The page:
Grassroots fundraising and the joys of worker co-ops

I left my heart in Muir Woods (photo by Posadas)

Hello dear Enough readers! So many things to write about, so little time in life, you know what I mean? As I was lying in bed last night making lists in my head of all the things I want to write for Enough, I realized I should say something about these two amazing conferences I was at last month during a typically whirlwindy (though still filled with beautiful nature trips) Bay Area visit.

One was the Money for Our Movements conference (f.k.a. Raising Change, which I wrote about in 2008). Grassroots fundraising is still radical, y’all. I’m not only talking about any old individual-donor-solicitation/direct-mail-campaign/donor-cultivation grassroots fundraising, but transformative, anticapitalist, community-rooted, reconceptualization and redistribution of resources. Highlights of that conference for me included spending time with my friend Susan Raffo (Twin Cities residents, you should really get in touch with her for bodywork, facilitation, and sheer brilliance), who co-presented a workshop with David Nicholson and Kate Eubank featuring a social justice resource sharing model they developed (check out the description of the workshop called Resource (R)evolution on Susan’s website). It’s awesome and I think it’s going to change everything. Hopefully more on that to come (maybe I can get Susan to write something about their work for us to share on Enough…). Susan edited the book that sparked some of my early self-reflective class analysis, and continues to write things that inspire me and influence my thinking all the time, like this essay: Radical acts of queer love: some lessons from September 11th.

Another highlight was seeing the incomparable Cara Page, who is doing incredible reproductive and healing justice work in the South and is a visionary genius of the highest order: witness. She also gave a keynote at the conference (along with Ai-jen Poo, a very smart and awesome organizer with Domestic Workers United – check out their blog). Cara recently wrote this piece reflecting on the healing justice work that changed my life at the USSF, which I really think you should read.

Also, Tiny and I gave a workshop about engaging major donors in collective liberation, which was deep and involved a story circle about sharing resources from a place of community and love. I left feeling extra reflective about how important it is to be holistic in the work we do if we aim to really change or transform anything. The power dynamics in fundraising are so connected to the trauma people experience under capitalism and white supremacy, and I appreciated the space to acknowledge that fundraising can be really triggering for those reasons. Conversation about grassroots fundraising is often so technical and skills-based, which is important but doesn’t always leave room for vision and connecting to the real reasons we’re doing the work we do. I was also grateful for Susan’s and other workshops at the conference (like an awesome one about challenging white supremacy in fundraising) for creating that space.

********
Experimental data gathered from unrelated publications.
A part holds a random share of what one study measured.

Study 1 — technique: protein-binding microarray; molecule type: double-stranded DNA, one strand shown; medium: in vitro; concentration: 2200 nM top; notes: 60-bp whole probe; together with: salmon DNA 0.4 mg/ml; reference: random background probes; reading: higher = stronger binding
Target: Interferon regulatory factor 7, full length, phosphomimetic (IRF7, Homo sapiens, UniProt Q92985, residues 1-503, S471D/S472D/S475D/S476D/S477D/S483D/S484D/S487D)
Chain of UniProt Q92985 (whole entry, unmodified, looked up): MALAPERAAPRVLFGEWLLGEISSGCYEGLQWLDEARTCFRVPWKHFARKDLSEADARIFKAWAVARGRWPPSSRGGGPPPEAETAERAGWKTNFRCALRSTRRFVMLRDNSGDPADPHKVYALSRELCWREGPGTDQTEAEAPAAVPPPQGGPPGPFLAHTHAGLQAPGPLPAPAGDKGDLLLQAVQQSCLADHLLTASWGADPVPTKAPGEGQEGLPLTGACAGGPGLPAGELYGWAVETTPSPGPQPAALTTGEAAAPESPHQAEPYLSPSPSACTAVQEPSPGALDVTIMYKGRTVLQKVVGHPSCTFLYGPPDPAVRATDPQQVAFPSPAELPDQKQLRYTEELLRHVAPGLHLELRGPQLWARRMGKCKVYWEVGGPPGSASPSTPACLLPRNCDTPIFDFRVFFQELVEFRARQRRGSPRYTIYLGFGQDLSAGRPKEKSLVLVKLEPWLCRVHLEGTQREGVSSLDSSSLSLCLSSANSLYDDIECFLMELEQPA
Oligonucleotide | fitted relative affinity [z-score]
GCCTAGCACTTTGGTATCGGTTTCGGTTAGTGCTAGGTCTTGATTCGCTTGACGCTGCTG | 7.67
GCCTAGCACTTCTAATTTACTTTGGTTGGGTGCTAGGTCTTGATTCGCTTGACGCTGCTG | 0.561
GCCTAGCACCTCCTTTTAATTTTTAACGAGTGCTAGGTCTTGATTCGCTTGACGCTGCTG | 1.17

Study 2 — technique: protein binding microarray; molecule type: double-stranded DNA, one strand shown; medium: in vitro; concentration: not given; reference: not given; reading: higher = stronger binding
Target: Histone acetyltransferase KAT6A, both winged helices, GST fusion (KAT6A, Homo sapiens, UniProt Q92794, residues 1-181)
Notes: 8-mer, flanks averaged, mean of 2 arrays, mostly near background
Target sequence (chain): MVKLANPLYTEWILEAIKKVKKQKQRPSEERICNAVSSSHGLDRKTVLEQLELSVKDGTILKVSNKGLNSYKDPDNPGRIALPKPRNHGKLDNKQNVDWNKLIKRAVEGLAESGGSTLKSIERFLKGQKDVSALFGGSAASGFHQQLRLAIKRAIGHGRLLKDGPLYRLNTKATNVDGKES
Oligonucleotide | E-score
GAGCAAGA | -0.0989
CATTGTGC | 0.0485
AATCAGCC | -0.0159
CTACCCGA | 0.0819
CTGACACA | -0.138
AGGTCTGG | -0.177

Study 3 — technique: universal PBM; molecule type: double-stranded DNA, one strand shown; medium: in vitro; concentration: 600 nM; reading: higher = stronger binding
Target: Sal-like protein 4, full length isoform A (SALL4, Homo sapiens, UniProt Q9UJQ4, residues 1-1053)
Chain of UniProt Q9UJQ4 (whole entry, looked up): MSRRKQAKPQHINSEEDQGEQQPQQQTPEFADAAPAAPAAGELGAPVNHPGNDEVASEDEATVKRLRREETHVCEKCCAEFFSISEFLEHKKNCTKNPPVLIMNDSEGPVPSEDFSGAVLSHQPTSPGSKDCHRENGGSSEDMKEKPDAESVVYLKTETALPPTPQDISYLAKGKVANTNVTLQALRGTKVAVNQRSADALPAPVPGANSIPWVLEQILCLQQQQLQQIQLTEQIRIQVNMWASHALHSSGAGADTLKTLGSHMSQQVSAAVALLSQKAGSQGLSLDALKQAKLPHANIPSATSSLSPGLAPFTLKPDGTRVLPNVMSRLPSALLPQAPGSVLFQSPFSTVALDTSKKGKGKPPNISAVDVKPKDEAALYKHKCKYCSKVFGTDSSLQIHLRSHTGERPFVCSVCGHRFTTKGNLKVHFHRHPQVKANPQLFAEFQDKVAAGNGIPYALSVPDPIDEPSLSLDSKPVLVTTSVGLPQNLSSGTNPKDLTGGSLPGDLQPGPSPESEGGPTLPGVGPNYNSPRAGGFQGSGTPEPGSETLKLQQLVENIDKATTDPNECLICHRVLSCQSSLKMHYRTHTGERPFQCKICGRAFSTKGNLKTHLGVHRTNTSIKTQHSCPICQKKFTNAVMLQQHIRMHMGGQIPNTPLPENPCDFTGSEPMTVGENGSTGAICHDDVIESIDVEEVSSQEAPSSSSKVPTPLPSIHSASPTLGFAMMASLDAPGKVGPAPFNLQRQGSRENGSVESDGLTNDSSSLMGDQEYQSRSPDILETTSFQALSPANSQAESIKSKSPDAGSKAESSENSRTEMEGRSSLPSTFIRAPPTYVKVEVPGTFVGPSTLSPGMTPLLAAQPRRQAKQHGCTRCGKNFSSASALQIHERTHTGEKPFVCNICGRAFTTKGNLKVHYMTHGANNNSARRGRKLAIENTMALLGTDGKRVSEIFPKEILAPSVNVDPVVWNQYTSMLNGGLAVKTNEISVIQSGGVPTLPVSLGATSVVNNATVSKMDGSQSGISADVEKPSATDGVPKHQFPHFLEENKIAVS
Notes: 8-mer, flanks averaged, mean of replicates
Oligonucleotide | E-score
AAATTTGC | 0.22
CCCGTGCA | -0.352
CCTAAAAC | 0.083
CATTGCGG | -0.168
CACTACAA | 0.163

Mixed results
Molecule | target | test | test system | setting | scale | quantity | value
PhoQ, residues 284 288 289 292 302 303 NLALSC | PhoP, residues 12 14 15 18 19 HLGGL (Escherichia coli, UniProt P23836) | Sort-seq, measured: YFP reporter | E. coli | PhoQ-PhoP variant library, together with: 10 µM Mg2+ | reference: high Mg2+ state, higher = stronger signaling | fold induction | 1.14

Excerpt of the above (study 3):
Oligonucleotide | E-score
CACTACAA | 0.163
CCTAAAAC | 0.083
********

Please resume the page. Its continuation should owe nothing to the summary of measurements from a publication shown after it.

In the spirit of doing way too much in one week, I also attended the US Federation of Worker Co-ops conference with three of my coworkers. Have I mentioned that I work in a co-op? The theme of the conference was “The Work We Do is the Solution,” and I’m here to tell you that worker co-ops really are a solution, people. You know how we talk about needing to not just resist oppressive structures and institutions but also build new ones based in justice? It’s like that. I had an unfounded fear that this conference would be filled only with manly, alienating bicycle mechanics, but instead there were domestic worker collectives, recycling collectives, taxi driver collectives, restaurant and grocery and facilitation collectives, and so many others, all with different approaches to collectivity and worker ownership.

On that note, I really recommend the book Horizontalism for more co-op inspiration – it uses personal testimonies to describe the popular uprising in Argentina in 2001, when the people overthrew the national government (several times in a row) and built/took over hundreds of autonomous, co-operative institutions to support their lives, from factories to schools to hospitals to barbershops to grocery stores. It goes well with the movie The Take. I read Horizontalism with my study group last year during a minor slump in my co-op enthusiasm and felt vigorously re-inspired.  I sometimes get bogged down in the challenges of working collectively (especially in a consensus-based organization, which my co-op is), but these kinds of texts and spaces remind me how intertwined the worker co-op movement is with Left movements for liberation.

p.s. Do I use too many embedded links? There’s just so much I want you to know about. I store it up.

2 thoughts on “Grassroots fundraising and the joys of worker co-ops

  1. Kim

    Tyrone, I loved the links and I doubt I would have found these things independently. Susan’s piece about love was exactly what I needed and hearing Cara speak was very powerful.
    A friend called me a horizontalist recently. I didn’t know what he meant but it was clear from the tone he didn’t hold it in high regard. I found out what it meant and had no problem with it and knowing that you might be counted among them makes me feel like I’m in damn good company.

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